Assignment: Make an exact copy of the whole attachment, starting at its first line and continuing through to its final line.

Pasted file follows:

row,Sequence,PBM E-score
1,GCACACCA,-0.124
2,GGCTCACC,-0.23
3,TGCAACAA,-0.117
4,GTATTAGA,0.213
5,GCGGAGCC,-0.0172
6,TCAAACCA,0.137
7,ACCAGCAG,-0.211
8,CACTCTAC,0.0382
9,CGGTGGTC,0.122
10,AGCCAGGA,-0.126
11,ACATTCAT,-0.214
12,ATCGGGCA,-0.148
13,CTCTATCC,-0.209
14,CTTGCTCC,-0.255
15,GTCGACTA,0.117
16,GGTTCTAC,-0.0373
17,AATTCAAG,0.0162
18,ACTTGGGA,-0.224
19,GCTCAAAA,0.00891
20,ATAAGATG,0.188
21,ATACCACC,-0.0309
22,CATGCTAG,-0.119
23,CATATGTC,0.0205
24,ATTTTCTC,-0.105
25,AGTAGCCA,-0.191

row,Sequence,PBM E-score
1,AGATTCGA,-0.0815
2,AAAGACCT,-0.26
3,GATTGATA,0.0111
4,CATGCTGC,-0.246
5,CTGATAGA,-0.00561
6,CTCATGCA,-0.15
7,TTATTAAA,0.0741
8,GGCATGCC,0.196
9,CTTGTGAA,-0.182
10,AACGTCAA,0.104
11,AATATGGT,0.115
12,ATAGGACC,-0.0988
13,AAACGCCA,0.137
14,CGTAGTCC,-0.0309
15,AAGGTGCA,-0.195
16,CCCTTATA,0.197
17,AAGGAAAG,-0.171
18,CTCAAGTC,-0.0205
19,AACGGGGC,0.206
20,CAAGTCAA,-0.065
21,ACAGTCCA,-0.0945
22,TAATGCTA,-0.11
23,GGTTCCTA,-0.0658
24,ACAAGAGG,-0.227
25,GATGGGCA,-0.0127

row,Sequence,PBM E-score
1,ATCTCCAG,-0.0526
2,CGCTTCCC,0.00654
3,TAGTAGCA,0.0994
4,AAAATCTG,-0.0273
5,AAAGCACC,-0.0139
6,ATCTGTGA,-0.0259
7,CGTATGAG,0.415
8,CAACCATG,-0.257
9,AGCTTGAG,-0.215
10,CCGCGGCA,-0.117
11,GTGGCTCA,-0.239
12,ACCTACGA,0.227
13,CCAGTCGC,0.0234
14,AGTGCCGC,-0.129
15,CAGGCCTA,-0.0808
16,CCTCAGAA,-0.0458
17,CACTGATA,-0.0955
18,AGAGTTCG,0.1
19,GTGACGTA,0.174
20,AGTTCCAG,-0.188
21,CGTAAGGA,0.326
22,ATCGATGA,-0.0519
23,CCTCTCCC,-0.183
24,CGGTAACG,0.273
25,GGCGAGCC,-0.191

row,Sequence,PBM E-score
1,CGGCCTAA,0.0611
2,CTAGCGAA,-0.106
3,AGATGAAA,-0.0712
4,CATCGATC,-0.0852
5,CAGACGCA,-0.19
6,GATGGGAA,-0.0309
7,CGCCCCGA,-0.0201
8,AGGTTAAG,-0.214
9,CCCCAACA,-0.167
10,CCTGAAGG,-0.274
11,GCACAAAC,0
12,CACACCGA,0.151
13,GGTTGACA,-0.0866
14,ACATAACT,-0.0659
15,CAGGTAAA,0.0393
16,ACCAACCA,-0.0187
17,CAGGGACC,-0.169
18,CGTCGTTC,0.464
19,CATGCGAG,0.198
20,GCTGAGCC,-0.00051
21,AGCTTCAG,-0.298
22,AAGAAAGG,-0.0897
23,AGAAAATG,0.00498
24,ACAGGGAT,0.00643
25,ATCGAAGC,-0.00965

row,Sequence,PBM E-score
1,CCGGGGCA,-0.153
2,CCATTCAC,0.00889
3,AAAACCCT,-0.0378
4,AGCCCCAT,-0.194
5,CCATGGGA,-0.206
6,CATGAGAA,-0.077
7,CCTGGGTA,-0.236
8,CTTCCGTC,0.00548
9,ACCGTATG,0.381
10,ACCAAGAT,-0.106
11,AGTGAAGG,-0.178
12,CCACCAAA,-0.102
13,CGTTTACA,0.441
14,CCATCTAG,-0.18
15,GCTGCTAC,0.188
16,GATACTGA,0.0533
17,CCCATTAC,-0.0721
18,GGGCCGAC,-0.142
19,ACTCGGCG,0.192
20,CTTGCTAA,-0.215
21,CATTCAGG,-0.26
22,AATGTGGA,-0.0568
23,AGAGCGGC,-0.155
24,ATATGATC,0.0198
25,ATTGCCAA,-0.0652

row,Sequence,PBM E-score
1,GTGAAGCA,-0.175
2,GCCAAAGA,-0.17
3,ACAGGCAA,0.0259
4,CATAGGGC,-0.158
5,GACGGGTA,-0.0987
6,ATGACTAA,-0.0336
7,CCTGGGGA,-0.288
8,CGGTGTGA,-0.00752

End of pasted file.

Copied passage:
row,Sequence,PBM E-score
1,GCACACCA,-0.124
2,GGCTCACC,-0.23
3,TGCAACAA,-0.117
4,GTATTAGA,0.213
5,GCGGAGCC,-0.0172
6,TCAAACCA,0.137
7,ACCAGCAG,-0.211
8,CACTCTAC,0.0382
9,CGGTGGTC,0.122
10,AGCCAGGA,-0.126
11,ACATTCAT,-0.214
12,ATCGGGCA,-0.148
13,CTCTATCC,-0.209
14,CTTGCTCC,-0.255
15,GTCGACTA,0.117
16,GGTTCTAC,-0.0373
17,AATTCAAG,0.0162
18,ACTTGGGA,-0.224
19,GCTCAAAA,0.00891
20,ATAAGATG,0.188
21,ATACCACC,-0.0309
22,CATGCTAG,-0.119
23,CATATGTC,0.0205
24,ATTTTCTC,-0.105
25,AGTAGCCA,-0.191

row,Sequence,PBM E-score
1,AGATTCGA,-0.0815
2,AAAGACCT,-0.26
3,GATTGATA,0.0111
4,CATGCTGC,-0.246
5,CTGATAGA,-0.00561
6,CTCATGCA,-0.15
7,TTATTAAA,0.0741
8,GGCATGCC,0.196
9,CTTGTGAA,-0.182
10,AACGTCAA,0.104
11,AATATGGT,0.115
12,ATAGGACC,-0.0988
13,AAACGCCA,0.137
14,CGTAGTCC,-0.0309
15,AAGGTGCA,-0.195
16,CCCTTATA,0.197
17,AAGGAAAG,-0.171
18,CTCAAGTC,-0.0205
19,AACGGGGC,0.206
20,CAAGTCAA,-0.065
21,ACAGTCCA,-0.0945
22,TAATGCTA,-0.11
23,GGTTCCTA,-0.0658
24,ACAAGAGG,-0.227
25,GATGGGCA,-0.0127

row,Sequence,PBM E-score
1,ATCTCCAG,-0.0526
2,CGCTTCCC,0.00654
3,TAGTAGCA,0.0994
4,AAAATCTG,-0.0273
5,AAAGCACC,-0.0139
6,ATCTGTGA,-0.0259
7,CGTATGAG,0.415
8,CAACCATG,-0.257
9,AGCTTGAG,-0.215
10,CCGCGGCA,-0.117
11,GTGGCTCA,-0.239
12,ACCTACGA,0.227
13,CCAGTCGC,0.0234
14,AGTGCCGC,-0.129
15,CAGGCCTA,-0.0808
16,CCTCAGAA,-0.0458
17,CACTGATA,-0.0955
18,AGAGTTCG,0.1
19,GTGACGTA,0.174
20,AGTTCCAG,-0.188
21,CGTAAGGA,0.326
22,ATCGATGA,-0.0519
23,CCTCTCCC,-0.183
24,CGGTAACG,0.273
25,GGCGAGCC,-0.191

row,Sequence,PBM E-score
1,CGGCCTAA,0.0611
2,CTAGCGAA,-0.106
3,AGATGAAA,-0.0712
4,CATCGATC,-0.0852
5,CAGACGCA,-0.19
6,GATGGGAA,-0.0309
7,CGCCCCGA,-0.0201
8,AGGTTAAG,-0.214
9,CCCCAACA,-0.167
10,CCTGAAGG,-0.274
11,GCACAAAC,0
12,CACACCGA,0.151
13,GGTTGACA,-0.0866
14,ACATAACT,-0.0659
15,CAGGTAAA,0.0393
16,ACCAACCA,-0.0187
17,CAGGGACC,-0.169
18,CGTCGTTC,0.464
19,CATGCGAG,0.198
20,GCTGAGCC,-0.00051
21,AGCTTCAG,-0.298
22,AAGAAAGG,-0.0897
23,AGAAAATG,0.00498
24,ACAGGGAT,0.00643
25,ATCGAAGC,-0.00965

row,Sequence,PBM E-score
1,CCGGGGCA,-0.153
2,CCATTCAC,0.00889
3,AAAACCCT,-0.0378
4,AGCCCCAT,-0.194
5,CCATGGGA,-0.206
6,CATGAGAA,-0.077
7,CCTGGGTA,-0.236
8,CTTCCGTC,0.00548
9,ACCGTATG,0.381
10,ACCAAGAT,-0.106
11,AGTGAAGG,-0.178
12,CCACCAAA,-0.102
13,CGTTTACA,0.441
14,CCATCTAG,-0.18
15,GCTGCTAC,0.188
16,GATACTGA,0.0533
17,CCCATTAC,-0.0721
18,GGGCCGAC,-0.142
19,ACTCGGCG,0.192
20,CTTGCTAA,-0.215
21,CATTCAGG,-0.26
22,AATGTGGA,-0.0568
23,AGAGCGGC,-0.155
24,ATATGATC,0.0198
25,ATTGCCAA,-0.0652

row,Sequence,PBM E-score
1,GTGAAGCA,-0.175
2,GCCAAAGA,-0.17
3,ACAGGCAA,0.0259
4,CATAGGGC,-0.158
5,GACGGGTA,-0.0987
6,ATGACTAA,-0.0336
7,CCTGGGGA,-0.288
8,CGGTGTGA,-0.00752